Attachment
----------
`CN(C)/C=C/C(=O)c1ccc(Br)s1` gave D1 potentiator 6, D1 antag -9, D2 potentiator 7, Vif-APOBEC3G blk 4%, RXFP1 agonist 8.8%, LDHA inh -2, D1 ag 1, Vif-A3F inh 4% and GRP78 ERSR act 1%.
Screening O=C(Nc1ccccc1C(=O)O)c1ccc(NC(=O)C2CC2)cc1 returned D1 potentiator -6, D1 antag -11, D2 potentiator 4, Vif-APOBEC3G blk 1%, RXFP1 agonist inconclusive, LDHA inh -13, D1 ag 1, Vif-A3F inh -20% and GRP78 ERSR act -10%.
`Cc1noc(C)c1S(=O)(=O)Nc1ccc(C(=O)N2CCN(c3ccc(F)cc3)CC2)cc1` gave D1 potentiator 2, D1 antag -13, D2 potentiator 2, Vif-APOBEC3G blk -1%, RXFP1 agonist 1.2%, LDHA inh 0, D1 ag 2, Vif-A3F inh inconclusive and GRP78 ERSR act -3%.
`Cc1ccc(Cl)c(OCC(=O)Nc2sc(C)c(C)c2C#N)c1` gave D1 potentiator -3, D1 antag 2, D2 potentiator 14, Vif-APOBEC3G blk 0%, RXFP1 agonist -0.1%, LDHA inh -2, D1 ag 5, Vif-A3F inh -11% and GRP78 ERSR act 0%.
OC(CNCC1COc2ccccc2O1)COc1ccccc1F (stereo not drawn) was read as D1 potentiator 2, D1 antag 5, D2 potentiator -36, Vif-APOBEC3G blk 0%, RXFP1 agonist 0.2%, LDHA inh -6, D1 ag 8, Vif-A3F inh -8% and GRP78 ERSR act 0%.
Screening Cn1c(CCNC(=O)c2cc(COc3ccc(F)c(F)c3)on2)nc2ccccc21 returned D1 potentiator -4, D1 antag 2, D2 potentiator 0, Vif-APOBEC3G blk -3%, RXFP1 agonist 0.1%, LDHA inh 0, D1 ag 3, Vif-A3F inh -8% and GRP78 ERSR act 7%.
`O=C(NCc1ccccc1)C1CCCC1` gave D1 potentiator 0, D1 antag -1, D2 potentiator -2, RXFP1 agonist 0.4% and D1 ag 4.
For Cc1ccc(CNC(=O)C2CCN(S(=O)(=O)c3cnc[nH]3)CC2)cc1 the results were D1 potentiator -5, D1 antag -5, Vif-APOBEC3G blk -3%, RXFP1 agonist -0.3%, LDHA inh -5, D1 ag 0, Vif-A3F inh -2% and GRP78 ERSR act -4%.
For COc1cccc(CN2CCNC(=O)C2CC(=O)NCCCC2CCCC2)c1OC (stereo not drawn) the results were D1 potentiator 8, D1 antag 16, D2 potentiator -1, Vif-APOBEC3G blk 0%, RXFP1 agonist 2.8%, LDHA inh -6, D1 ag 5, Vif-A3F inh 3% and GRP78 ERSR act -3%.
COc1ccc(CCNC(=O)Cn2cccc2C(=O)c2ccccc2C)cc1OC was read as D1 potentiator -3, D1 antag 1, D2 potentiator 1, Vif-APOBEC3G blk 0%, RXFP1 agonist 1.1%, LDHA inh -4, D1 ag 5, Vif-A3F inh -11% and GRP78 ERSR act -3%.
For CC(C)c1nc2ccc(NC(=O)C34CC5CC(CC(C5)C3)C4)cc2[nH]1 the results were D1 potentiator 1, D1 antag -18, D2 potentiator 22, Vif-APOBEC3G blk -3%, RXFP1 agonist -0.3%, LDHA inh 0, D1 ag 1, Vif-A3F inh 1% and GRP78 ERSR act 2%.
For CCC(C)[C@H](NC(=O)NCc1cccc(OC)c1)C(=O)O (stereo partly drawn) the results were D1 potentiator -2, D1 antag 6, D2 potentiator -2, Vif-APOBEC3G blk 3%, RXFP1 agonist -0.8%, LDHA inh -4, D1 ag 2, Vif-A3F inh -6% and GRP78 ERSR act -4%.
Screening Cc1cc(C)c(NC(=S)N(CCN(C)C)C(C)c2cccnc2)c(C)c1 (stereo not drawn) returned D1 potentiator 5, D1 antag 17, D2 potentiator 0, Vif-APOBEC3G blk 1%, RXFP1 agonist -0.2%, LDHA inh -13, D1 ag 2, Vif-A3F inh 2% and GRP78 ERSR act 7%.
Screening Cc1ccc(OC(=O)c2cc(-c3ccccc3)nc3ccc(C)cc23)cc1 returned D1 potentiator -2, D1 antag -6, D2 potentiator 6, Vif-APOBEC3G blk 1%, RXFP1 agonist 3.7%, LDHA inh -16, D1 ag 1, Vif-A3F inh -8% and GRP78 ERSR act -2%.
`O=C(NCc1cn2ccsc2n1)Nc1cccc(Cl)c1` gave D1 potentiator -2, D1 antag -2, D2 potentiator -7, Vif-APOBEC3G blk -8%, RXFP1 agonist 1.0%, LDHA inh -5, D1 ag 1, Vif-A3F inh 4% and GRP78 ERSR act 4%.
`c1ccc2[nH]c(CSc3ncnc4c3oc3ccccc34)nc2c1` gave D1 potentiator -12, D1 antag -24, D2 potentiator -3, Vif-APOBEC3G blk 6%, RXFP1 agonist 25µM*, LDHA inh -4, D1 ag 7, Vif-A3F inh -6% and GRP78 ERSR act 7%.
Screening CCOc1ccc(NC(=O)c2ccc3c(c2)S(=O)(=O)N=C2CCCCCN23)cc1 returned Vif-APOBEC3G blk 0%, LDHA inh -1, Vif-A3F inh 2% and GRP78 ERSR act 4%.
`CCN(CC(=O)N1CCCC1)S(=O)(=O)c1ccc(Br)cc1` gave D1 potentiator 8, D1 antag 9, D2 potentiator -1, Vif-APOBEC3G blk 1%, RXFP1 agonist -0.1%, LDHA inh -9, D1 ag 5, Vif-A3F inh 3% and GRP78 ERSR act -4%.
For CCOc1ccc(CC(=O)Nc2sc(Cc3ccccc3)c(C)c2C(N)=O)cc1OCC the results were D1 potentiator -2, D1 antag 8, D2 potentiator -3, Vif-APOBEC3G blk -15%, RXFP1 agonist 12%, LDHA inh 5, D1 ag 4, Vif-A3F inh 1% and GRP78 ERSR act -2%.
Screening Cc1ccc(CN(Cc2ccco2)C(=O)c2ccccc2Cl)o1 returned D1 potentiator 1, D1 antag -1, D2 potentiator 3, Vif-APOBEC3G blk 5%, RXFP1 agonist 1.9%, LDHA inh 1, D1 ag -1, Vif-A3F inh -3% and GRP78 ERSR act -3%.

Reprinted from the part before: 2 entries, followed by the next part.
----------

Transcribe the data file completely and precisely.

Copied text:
`CN(C)/C=C/C(=O)c1ccc(Br)s1` gave D1 potentiator 6, D1 antag -9, D2 potentiator 7, Vif-APOBEC3G blk 4%, RXFP1 agonist 8.8%, LDHA inh -2, D1 ag 1, Vif-A3F inh 4% and GRP78 ERSR act 1%.
Screening O=C(Nc1ccccc1C(=O)O)c1ccc(NC(=O)C2CC2)cc1 returned D1 potentiator -6, D1 antag -11, D2 potentiator 4, Vif-APOBEC3G blk 1%, RXFP1 agonist inconclusive, LDHA inh -13, D1 ag 1, Vif-A3F inh -20% and GRP78 ERSR act -10%.
`Cc1noc(C)c1S(=O)(=O)Nc1ccc(C(=O)N2CCN(c3ccc(F)cc3)CC2)cc1` gave D1 potentiator 2, D1 antag -13, D2 potentiator 2, Vif-APOBEC3G blk -1%, RXFP1 agonist 1.2%, LDHA inh 0, D1 ag 2, Vif-A3F inh inconclusive and GRP78 ERSR act -3%.
`Cc1ccc(Cl)c(OCC(=O)Nc2sc(C)c(C)c2C#N)c1` gave D1 potentiator -3, D1 antag 2, D2 potentiator 14, Vif-APOBEC3G blk 0%, RXFP1 agonist -0.1%, LDHA inh -2, D1 ag 5, Vif-A3F inh -11% and GRP78 ERSR act 0%.
OC(CNCC1COc2ccccc2O1)COc1ccccc1F (stereo not drawn) was read as D1 potentiator 2, D1 antag 5, D2 potentiator -36, Vif-APOBEC3G blk 0%, RXFP1 agonist 0.2%, LDHA inh -6, D1 ag 8, Vif-A3F inh -8% and GRP78 ERSR act 0%.
Screening Cn1c(CCNC(=O)c2cc(COc3ccc(F)c(F)c3)on2)nc2ccccc21 returned D1 potentiator -4, D1 antag 2, D2 potentiator 0, Vif-APOBEC3G blk -3%, RXFP1 agonist 0.1%, LDHA inh 0, D1 ag 3, Vif-A3F inh -8% and GRP78 ERSR act 7%.
`O=C(NCc1ccccc1)C1CCCC1` gave D1 potentiator 0, D1 antag -1, D2 potentiator -2, RXFP1 agonist 0.4% and D1 ag 4.
For Cc1ccc(CNC(=O)C2CCN(S(=O)(=O)c3cnc[nH]3)CC2)cc1 the results were D1 potentiator -5, D1 antag -5, Vif-APOBEC3G blk -3%, RXFP1 agonist -0.3%, LDHA inh -5, D1 ag 0, Vif-A3F inh -2% and GRP78 ERSR act -4%.
For COc1cccc(CN2CCNC(=O)C2CC(=O)NCCCC2CCCC2)c1OC (stereo not drawn) the results were D1 potentiator 8, D1 antag 16, D2 potentiator -1, Vif-APOBEC3G blk 0%, RXFP1 agonist 2.8%, LDHA inh -6, D1 ag 5, Vif-A3F inh 3% and GRP78 ERSR act -3%.
COc1ccc(CCNC(=O)Cn2cccc2C(=O)c2ccccc2C)cc1OC was read as D1 potentiator -3, D1 antag 1, D2 potentiator 1, Vif-APOBEC3G blk 0%, RXFP1 agonist 1.1%, LDHA inh -4, D1 ag 5, Vif-A3F inh -11% and GRP78 ERSR act -3%.
For CC(C)c1nc2ccc(NC(=O)C34CC5CC(CC(C5)C3)C4)cc2[nH]1 the results were D1 potentiator 1, D1 antag -18, D2 potentiator 22, Vif-APOBEC3G blk -3%, RXFP1 agonist -0.3%, LDHA inh 0, D1 ag 1, Vif-A3F inh 1% and GRP78 ERSR act 2%.
For CCC(C)[C@H](NC(=O)NCc1cccc(OC)c1)C(=O)O (stereo partly drawn) the results were D1 potentiator -2, D1 antag 6, D2 potentiator -2, Vif-APOBEC3G blk 3%, RXFP1 agonist -0.8%, LDHA inh -4, D1 ag 2, Vif-A3F inh -6% and GRP78 ERSR act -4%.
Screening Cc1cc(C)c(NC(=S)N(CCN(C)C)C(C)c2cccnc2)c(C)c1 (stereo not drawn) returned D1 potentiator 5, D1 antag 17, D2 potentiator 0, Vif-APOBEC3G blk 1%, RXFP1 agonist -0.2%, LDHA inh -13, D1 ag 2, Vif-A3F inh 2% and GRP78 ERSR act 7%.
Screening Cc1ccc(OC(=O)c2cc(-c3ccccc3)nc3ccc(C)cc23)cc1 returned D1 potentiator -2, D1 antag -6, D2 potentiator 6, Vif-APOBEC3G blk 1%, RXFP1 agonist 3.7%, LDHA inh -16, D1 ag 1, Vif-A3F inh -8% and GRP78 ERSR act -2%.
`O=C(NCc1cn2ccsc2n1)Nc1cccc(Cl)c1` gave D1 potentiator -2, D1 antag -2, D2 potentiator -7, Vif-APOBEC3G blk -8%, RXFP1 agonist 1.0%, LDHA inh -5, D1 ag 1, Vif-A3F inh 4% and GRP78 ERSR act 4%.
`c1ccc2[nH]c(CSc3ncnc4c3oc3ccccc34)nc2c1` gave D1 potentiator -12, D1 antag -24, D2 potentiator -3, Vif-APOBEC3G blk 6%, RXFP1 agonist 25µM*, LDHA inh -4, D1 ag 7, Vif-A3F inh -6% and GRP78 ERSR act 7%.
Screening CCOc1ccc(NC(=O)c2ccc3c(c2)S(=O)(=O)N=C2CCCCCN23)cc1 returned Vif-APOBEC3G blk 0%, LDHA inh -1, Vif-A3F inh 2% and GRP78 ERSR act 4%.
`CCN(CC(=O)N1CCCC1)S(=O)(=O)c1ccc(Br)cc1` gave D1 potentiator 8, D1 antag 9, D2 potentiator -1, Vif-APOBEC3G blk 1%, RXFP1 agonist -0.1%, LDHA inh -9, D1 ag 5, Vif-A3F inh 3% and GRP78 ERSR act -4%.
For CCOc1ccc(CC(=O)Nc2sc(Cc3ccccc3)c(C)c2C(N)=O)cc1OCC the results were D1 potentiator -2, D1 antag 8, D2 potentiator -3, Vif-APOBEC3G blk -15%, RXFP1 agonist 12%, LDHA inh 5, D1 ag 4, Vif-A3F inh 1% and GRP78 ERSR act -2%.
Screening Cc1ccc(CN(Cc2ccco2)C(=O)c2ccccc2Cl)o1 returned D1 potentiator 1, D1 antag -1, D2 potentiator 3, Vif-APOBEC3G blk 5%, RXFP1 agonist 1.9%, LDHA inh 1, D1 ag -1, Vif-A3F inh -3% and GRP78 ERSR act -3%.

Reprinted from the part before: 2 entries, followed by the next part.